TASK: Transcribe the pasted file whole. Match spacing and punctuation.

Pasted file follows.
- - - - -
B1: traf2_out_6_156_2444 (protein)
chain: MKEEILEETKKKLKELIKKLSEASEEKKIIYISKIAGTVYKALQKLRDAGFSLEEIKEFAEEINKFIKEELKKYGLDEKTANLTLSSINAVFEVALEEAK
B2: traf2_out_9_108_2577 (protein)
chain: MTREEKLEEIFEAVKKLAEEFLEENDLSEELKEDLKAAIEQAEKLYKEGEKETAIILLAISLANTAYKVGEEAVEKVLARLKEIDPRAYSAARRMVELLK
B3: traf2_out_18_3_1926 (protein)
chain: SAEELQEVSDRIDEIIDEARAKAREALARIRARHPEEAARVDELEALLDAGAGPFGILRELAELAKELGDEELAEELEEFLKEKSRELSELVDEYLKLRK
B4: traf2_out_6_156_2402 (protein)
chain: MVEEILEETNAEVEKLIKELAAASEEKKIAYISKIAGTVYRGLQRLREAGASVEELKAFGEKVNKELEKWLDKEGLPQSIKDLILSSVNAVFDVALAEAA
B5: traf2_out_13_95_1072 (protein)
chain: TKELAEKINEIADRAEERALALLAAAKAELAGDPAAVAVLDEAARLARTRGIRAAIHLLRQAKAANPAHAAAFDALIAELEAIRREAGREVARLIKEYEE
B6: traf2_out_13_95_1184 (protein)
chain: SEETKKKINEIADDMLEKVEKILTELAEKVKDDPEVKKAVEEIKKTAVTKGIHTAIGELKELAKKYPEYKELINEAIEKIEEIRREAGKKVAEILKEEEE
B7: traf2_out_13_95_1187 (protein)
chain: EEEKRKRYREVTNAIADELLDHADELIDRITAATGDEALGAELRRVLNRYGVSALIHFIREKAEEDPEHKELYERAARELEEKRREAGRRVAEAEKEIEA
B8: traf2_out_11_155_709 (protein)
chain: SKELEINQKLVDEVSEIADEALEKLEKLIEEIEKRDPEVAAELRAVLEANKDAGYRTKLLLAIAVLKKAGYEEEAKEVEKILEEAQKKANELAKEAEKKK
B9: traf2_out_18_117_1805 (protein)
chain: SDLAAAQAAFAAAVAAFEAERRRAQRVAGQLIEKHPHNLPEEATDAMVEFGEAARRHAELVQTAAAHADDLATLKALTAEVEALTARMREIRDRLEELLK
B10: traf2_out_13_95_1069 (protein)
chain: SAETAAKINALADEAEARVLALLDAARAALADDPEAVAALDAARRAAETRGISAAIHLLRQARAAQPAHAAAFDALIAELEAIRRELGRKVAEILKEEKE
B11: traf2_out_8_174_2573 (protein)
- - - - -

B1: traf2_out_6_156_2444 (protein)
chain: MKEEILEETKKKLKELIKKLSEASEEKKIIYISKIAGTVYKALQKLRDAGFSLEEIKEFAEEINKFIKEELKKYGLDEKTANLTLSSINAVFEVALEEAK
B2: traf2_out_9_108_2577 (protein)
chain: MTREEKLEEIFEAVKKLAEEFLEENDLSEELKEDLKAAIEQAEKLYKEGEKETAIILLAISLANTAYKVGEEAVEKVLARLKEIDPRAYSAARRMVELLK
B3: traf2_out_18_3_1926 (protein)
chain: SAEELQEVSDRIDEIIDEARAKAREALARIRARHPEEAARVDELEALLDAGAGPFGILRELAELAKELGDEELAEELEEFLKEKSRELSELVDEYLKLRK
B4: traf2_out_6_156_2402 (protein)
chain: MVEEILEETNAEVEKLIKELAAASEEKKIAYISKIAGTVYRGLQRLREAGASVEELKAFGEKVNKELEKWLDKEGLPQSIKDLILSSVNAVFDVALAEAA
B5: traf2_out_13_95_1072 (protein)
chain: TKELAEKINEIADRAEERALALLAAAKAELAGDPAAVAVLDEAARLARTRGIRAAIHLLRQAKAANPAHAAAFDALIAELEAIRREAGREVARLIKEYEE
B6: traf2_out_13_95_1184 (protein)
chain: SEETKKKINEIADDMLEKVEKILTELAEKVKDDPEVKKAVEEIKKTAVTKGIHTAIGELKELAKKYPEYKELINEAIEKIEEIRREAGKKVAEILKEEEE
B7: traf2_out_13_95_1187 (protein)
chain: EEEKRKRYREVTNAIADELLDHADELIDRITAATGDEALGAELRRVLNRYGVSALIHFIREKAEEDPEHKELYERAARELEEKRREAGRRVAEAEKEIEA
B8: traf2_out_11_155_709 (protein)
chain: SKELEINQKLVDEVSEIADEALEKLEKLIEEIEKRDPEVAAELRAVLEANKDAGYRTKLLLAIAVLKKAGYEEEAKEVEKILEEAQKKANELAKEAEKKK
B9: traf2_out_18_117_1805 (protein)
chain: SDLAAAQAAFAAAVAAFEAERRRAQRVAGQLIEKHPHNLPEEATDAMVEFGEAARRHAELVQTAAAHADDLATLKALTAEVEALTARMREIRDRLEELLK
B10: traf2_out_13_95_1069 (protein)
chain: SAETAAKINALADEAEARVLALLDAARAALADDPEAVAALDAARRAAETRGISAAIHLLRQARAAQPAHAAAFDALIAELEAIRRELGRKVAEILKEEKE
B11: traf2_out_8_174_2573 (protein)